Viral Video Watch: “United Breaks Guitars” : A Lesson In Baggage and Message Handling
Posted by danspira
July 6: The band Sons of Maxwell post this video on YouTube, relating their story of how their baggage — and their complaint — was mishandled by United Airlines:
(hat tip to Tricia M)
July 7: The video immediately takes off, tray tables stowed and locked and seatbacks in the upright position, with over 50,000 views in the 24 hours. With its catchy country tune, the band seems to have tapped into people’s feeling about large airlines in general, and United Airlines in particular. United Airlines, either being on the ball regarding social media or (more likely) tipped off the musicians themselves, sees the video and reaches out to lead singer Dave Carroll. Story works it way onto some mainstream blogs/journalism websites.
July 8: United Airlines speaks with Carroll, and issues a response statement worthy of the best crisis-handling communication consultant: They apologize, they were wrong, they will fix the situation with this customer, they appreciate the lesson, they will review their policies, they will use the video as a training aide for their workers. Excerpt: “..(this video) struck a chord….(it) is excellent, and we plan to use it internally as a unique learning and training opportunity to ensure that all our customers receive better service….This should have been fixed much sooner.”
July 8-9 : Meanwhile, the blogotweetosphere is just getting started, and news networks such as CNN and FOX pick up the story and fan the flames. Wikipedia article on Sons of Maxwell is updated with an account of this incident. How about a statement from the baggage monkeys’ union? What is the cost for additional insurance on airline baggage, e.g. a $3500 musical instrument? Did the musicians hold any kind of travelers insurance? I like United’s response, but if they really wanted to turn lemons into lemonade, they should do co-opt the notoriety of the incident and offer free baggage insurance coverage for guitars — because you know, United loves guitars.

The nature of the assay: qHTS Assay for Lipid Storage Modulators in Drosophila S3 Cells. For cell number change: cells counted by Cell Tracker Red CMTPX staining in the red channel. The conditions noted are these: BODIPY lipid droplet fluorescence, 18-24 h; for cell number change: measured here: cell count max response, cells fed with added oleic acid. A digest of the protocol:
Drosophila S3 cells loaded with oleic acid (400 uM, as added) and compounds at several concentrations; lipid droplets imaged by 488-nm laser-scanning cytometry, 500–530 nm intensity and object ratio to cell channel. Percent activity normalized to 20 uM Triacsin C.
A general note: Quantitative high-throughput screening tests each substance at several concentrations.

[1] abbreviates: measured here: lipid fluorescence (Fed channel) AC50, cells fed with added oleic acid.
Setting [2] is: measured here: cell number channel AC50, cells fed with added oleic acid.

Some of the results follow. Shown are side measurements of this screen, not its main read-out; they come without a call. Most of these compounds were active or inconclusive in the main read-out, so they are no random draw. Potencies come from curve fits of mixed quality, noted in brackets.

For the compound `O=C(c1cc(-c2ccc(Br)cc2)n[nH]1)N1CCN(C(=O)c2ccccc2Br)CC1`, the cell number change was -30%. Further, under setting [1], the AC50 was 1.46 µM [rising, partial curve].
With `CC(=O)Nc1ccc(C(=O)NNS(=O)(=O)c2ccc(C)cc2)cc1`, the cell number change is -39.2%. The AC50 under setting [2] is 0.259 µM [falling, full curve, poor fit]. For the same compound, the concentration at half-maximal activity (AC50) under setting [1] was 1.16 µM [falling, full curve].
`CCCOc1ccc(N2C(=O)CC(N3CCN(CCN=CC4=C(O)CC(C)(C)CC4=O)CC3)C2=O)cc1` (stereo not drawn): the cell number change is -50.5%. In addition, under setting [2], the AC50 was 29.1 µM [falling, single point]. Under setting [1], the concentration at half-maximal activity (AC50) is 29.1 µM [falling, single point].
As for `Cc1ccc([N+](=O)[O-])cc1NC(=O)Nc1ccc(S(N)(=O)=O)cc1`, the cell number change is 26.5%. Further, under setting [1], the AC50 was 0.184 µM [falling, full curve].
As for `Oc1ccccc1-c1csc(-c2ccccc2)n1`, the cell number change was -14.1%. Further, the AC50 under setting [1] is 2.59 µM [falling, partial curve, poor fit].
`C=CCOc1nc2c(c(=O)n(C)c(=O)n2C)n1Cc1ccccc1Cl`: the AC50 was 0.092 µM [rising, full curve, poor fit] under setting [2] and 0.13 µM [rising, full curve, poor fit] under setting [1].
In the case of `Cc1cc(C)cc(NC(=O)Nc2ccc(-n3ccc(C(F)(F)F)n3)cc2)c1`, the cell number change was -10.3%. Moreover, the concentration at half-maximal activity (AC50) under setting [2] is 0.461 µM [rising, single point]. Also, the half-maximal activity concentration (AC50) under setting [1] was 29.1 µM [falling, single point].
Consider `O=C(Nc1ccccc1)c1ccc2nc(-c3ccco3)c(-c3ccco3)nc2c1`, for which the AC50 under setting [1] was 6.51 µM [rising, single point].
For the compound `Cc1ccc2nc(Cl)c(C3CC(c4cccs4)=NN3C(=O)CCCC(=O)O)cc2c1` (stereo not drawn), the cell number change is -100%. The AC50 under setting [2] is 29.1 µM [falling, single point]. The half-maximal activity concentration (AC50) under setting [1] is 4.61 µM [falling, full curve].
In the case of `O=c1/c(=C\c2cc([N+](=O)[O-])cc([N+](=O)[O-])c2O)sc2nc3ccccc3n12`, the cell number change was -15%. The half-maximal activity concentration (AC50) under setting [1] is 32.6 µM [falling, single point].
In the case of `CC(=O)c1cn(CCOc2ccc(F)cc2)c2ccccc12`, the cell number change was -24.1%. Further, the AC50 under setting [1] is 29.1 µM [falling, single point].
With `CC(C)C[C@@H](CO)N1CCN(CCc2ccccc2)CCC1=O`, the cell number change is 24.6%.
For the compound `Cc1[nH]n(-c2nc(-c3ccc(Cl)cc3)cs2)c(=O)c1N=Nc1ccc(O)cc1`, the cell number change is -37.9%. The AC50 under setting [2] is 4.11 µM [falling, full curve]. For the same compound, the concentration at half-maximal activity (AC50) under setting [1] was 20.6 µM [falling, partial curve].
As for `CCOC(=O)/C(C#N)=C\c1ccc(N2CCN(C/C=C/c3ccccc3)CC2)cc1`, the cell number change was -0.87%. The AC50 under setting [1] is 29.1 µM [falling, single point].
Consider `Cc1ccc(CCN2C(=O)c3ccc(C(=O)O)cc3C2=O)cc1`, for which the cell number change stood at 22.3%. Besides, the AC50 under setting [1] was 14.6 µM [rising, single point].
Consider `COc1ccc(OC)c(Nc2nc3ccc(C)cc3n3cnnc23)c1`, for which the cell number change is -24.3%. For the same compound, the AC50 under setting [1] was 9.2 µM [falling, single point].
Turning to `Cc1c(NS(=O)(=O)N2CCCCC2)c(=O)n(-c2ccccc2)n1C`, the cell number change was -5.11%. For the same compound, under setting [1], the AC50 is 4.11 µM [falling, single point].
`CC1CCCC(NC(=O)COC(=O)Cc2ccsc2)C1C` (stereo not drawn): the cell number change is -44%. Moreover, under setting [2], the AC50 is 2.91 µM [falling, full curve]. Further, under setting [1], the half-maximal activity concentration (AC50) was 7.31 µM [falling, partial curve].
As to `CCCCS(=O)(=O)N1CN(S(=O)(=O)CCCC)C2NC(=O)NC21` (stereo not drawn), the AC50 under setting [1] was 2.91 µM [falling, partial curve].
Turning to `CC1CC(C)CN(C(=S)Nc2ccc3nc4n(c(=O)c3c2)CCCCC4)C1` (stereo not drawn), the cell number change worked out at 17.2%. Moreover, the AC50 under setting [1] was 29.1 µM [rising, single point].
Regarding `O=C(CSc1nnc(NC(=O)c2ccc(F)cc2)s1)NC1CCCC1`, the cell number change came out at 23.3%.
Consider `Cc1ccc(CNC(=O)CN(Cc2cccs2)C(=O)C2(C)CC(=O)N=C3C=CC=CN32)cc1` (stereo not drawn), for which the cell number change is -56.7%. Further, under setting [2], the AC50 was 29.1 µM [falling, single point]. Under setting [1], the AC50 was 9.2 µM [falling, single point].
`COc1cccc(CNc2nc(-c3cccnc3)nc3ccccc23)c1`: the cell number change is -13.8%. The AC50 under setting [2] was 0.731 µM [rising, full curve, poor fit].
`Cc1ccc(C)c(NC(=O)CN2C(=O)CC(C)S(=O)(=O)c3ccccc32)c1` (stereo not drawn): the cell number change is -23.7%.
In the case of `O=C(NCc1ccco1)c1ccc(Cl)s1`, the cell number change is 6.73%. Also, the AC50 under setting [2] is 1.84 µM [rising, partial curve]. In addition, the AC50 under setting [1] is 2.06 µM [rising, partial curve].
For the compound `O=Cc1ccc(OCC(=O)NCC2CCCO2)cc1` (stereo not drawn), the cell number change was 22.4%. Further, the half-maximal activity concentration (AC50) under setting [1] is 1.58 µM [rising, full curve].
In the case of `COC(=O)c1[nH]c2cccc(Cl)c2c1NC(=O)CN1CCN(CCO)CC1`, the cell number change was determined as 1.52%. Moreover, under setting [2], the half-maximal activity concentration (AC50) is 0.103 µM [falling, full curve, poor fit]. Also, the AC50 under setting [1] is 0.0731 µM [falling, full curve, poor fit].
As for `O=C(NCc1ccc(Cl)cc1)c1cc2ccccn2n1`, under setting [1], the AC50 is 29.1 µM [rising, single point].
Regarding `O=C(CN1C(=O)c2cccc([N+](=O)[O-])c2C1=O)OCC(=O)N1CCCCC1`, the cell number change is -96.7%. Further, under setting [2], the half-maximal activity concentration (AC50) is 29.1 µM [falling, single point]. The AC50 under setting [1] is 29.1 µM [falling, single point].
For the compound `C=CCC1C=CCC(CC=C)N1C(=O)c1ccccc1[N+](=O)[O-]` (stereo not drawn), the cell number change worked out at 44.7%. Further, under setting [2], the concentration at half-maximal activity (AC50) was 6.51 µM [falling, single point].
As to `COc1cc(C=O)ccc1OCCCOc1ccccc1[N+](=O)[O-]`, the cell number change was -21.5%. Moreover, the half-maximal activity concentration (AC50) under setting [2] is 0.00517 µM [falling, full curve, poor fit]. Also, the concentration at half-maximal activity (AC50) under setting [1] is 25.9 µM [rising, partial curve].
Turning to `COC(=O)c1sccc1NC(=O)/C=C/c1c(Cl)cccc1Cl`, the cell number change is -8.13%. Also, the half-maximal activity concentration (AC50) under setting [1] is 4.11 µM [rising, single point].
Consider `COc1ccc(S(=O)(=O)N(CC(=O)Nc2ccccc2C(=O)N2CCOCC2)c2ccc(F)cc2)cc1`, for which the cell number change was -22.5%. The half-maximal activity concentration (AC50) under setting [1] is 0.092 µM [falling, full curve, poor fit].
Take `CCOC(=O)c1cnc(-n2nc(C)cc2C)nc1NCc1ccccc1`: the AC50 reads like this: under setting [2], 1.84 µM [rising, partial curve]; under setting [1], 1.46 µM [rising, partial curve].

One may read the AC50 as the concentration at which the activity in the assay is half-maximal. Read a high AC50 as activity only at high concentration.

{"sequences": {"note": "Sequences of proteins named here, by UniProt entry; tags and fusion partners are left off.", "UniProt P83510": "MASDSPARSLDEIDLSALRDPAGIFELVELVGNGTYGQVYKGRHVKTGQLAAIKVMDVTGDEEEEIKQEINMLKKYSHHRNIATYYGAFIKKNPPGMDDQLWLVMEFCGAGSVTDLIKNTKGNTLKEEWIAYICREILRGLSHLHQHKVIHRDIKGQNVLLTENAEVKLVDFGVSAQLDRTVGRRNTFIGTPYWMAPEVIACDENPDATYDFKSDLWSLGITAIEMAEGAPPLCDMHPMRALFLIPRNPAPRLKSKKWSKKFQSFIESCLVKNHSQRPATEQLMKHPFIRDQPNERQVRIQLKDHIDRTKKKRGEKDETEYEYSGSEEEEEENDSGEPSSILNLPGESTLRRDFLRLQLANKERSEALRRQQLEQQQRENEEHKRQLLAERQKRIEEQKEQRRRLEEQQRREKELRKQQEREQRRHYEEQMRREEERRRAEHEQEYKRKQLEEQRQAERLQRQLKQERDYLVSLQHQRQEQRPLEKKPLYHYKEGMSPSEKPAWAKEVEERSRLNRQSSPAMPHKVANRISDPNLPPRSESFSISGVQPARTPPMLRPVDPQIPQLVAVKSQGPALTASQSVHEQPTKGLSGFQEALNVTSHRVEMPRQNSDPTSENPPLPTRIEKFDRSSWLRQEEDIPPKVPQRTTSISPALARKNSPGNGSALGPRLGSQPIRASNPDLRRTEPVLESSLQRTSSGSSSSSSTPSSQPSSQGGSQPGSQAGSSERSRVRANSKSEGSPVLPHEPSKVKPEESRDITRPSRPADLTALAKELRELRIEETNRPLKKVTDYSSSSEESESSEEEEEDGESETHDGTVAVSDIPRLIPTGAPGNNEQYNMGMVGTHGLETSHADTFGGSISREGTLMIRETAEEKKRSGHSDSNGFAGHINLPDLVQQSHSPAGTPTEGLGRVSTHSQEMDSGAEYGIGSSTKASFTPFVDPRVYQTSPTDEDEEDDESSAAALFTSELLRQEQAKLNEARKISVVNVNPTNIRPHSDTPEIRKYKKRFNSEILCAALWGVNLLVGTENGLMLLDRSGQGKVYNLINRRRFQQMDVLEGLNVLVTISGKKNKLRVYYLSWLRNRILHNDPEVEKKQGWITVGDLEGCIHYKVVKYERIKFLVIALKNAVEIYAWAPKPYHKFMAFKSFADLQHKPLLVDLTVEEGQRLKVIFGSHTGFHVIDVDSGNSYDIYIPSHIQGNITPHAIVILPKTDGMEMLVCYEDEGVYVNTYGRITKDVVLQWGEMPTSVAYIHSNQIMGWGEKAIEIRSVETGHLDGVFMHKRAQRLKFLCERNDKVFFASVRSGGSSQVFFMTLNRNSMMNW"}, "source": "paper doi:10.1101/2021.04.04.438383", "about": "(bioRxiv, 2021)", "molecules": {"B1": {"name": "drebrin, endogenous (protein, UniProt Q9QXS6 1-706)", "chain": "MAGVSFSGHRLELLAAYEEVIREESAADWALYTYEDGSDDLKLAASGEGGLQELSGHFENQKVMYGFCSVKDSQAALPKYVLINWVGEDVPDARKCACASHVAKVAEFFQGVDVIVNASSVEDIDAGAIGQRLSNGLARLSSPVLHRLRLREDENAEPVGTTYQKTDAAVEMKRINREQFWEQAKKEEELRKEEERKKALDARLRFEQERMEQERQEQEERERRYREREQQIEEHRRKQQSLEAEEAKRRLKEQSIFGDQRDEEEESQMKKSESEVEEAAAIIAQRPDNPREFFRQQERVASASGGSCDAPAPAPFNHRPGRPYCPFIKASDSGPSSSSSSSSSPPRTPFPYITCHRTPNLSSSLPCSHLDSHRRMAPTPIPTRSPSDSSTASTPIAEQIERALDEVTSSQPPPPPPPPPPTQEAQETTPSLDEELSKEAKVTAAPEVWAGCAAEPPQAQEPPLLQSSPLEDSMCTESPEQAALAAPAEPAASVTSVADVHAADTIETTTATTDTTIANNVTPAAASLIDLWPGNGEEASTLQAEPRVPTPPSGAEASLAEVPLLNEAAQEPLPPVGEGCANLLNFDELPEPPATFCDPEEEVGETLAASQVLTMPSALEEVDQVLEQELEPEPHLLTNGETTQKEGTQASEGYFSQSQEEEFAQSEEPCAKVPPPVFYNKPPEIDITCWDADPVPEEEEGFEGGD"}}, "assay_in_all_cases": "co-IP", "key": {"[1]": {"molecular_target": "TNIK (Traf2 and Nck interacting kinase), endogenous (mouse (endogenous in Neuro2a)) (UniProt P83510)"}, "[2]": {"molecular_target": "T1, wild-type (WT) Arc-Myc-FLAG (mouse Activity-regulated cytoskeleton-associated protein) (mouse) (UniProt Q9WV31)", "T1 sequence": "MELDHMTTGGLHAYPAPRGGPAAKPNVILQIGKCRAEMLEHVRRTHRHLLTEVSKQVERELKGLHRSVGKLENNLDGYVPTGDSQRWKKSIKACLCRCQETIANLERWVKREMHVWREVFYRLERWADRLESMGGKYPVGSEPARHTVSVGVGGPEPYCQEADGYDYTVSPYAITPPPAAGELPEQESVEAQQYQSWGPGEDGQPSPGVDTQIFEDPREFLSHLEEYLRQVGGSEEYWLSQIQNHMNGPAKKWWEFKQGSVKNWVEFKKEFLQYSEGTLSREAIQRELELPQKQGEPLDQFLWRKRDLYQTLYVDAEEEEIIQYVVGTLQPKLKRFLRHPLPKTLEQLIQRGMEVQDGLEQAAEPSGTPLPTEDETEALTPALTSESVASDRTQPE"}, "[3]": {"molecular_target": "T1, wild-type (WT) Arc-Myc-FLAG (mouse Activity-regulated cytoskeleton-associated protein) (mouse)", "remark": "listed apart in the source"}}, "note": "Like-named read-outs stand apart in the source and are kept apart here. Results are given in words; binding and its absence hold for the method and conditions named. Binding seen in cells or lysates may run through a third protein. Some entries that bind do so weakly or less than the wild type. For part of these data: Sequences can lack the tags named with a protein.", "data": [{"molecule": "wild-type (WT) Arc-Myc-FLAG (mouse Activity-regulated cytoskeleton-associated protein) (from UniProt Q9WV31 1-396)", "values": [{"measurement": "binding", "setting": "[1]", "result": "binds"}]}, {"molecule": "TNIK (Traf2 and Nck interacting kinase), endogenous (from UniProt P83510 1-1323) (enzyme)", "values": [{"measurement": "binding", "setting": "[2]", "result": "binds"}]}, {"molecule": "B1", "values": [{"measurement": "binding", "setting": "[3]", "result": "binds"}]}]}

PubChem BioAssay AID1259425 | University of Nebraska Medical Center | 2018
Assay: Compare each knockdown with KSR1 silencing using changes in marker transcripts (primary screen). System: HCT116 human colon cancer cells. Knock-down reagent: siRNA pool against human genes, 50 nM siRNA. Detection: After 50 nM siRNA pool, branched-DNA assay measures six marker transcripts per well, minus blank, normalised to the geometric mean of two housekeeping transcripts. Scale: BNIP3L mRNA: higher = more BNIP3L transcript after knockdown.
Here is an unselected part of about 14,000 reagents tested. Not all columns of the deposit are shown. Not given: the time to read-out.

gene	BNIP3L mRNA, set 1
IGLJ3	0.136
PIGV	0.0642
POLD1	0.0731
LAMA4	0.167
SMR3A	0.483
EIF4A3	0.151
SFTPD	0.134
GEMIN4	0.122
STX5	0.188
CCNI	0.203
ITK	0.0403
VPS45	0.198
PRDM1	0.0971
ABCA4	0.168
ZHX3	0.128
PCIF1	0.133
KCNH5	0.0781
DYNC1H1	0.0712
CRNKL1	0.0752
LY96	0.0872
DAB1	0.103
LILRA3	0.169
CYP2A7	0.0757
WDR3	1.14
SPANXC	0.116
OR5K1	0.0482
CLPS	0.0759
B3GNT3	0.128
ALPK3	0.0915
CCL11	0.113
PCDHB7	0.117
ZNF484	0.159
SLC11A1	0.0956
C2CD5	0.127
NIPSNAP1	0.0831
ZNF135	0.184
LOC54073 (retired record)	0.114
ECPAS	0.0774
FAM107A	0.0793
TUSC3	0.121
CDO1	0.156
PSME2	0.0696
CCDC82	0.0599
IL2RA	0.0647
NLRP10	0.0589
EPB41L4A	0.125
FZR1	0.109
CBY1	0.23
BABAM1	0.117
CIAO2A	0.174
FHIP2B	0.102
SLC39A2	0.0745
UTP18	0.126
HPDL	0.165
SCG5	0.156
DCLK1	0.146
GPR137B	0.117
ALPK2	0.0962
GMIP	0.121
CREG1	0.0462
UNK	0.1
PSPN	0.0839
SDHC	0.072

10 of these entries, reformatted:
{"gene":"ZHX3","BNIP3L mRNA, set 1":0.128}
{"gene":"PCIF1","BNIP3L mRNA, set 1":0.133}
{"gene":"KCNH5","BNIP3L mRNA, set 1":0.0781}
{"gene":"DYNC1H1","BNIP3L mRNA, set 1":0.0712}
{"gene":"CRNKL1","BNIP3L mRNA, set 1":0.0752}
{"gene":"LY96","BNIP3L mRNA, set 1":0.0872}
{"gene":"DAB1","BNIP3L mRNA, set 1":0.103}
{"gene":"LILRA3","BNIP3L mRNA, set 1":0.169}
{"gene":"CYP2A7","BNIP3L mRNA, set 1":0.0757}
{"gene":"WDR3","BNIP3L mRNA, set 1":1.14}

July 10: Having crushed this lame corporation and its hapless employees, Dave Carroll issues this oh-so-Canadian, conciliatory statement on YouTube:
“One day I hope to have a good laugh aboot all this with her.”
Bob Taylor also jumps into the video-PR fray, offering some advice for travelling guitarists and of course further promotion of the Taylor Guitars brand.
July 11: Jet-fuelled by all this attention, the viewcount on the video shoots up an order of magnitude, past the one million mark. Other musicians chime in — apparently this cause extends beyond mere guitars and includes all manner of stringed instruments, including mountain dulcimers:
There is also apparently a musical precedent for all this: Thirty years ago Tom Paxton wrote a song about a very similar incident called Thank You Republic Airlines.
Flying through the Michigan skies
with a song in my innocent heart
I placed myself in professional hands
Masters of the traveler’s art
When I opened my guitar case
Yeah, well, they didn’t have YouTube thirty years ago.
Nor did they have $15 bagagge handling surcharge fees.
July 12-15: After growing like gangbusters, the video seems to be levelling out a bit just under 3 million cumulative views, with a cruising altitude of several hundred thousand views per day:
THE FUTURE: Carroll’s promised two sequels to this video will no doubt give it some additional kicks upwards, in the coming weeks. The story itself will earn Carroll and his band some additional gigs, album sales, as well as tributes in the annals of country musical and business communication case studies.
Customer-facing staff at United Airlines will learn more about showing empathy and concern when a customer complains. Managers will learn to take seriously threats of muscial/PR retaliation, and allow for exceptions to rules under certain circumstances — in this case, the complaint was issued a week later than the 24 hours allowed by United’s complaint policy.
Musicians will continue to fly without insuring their equipment. Pundits will use this example over and over in their discussions about the power of social media, and baggage handlers will defiantly crush all guitar cases they come across.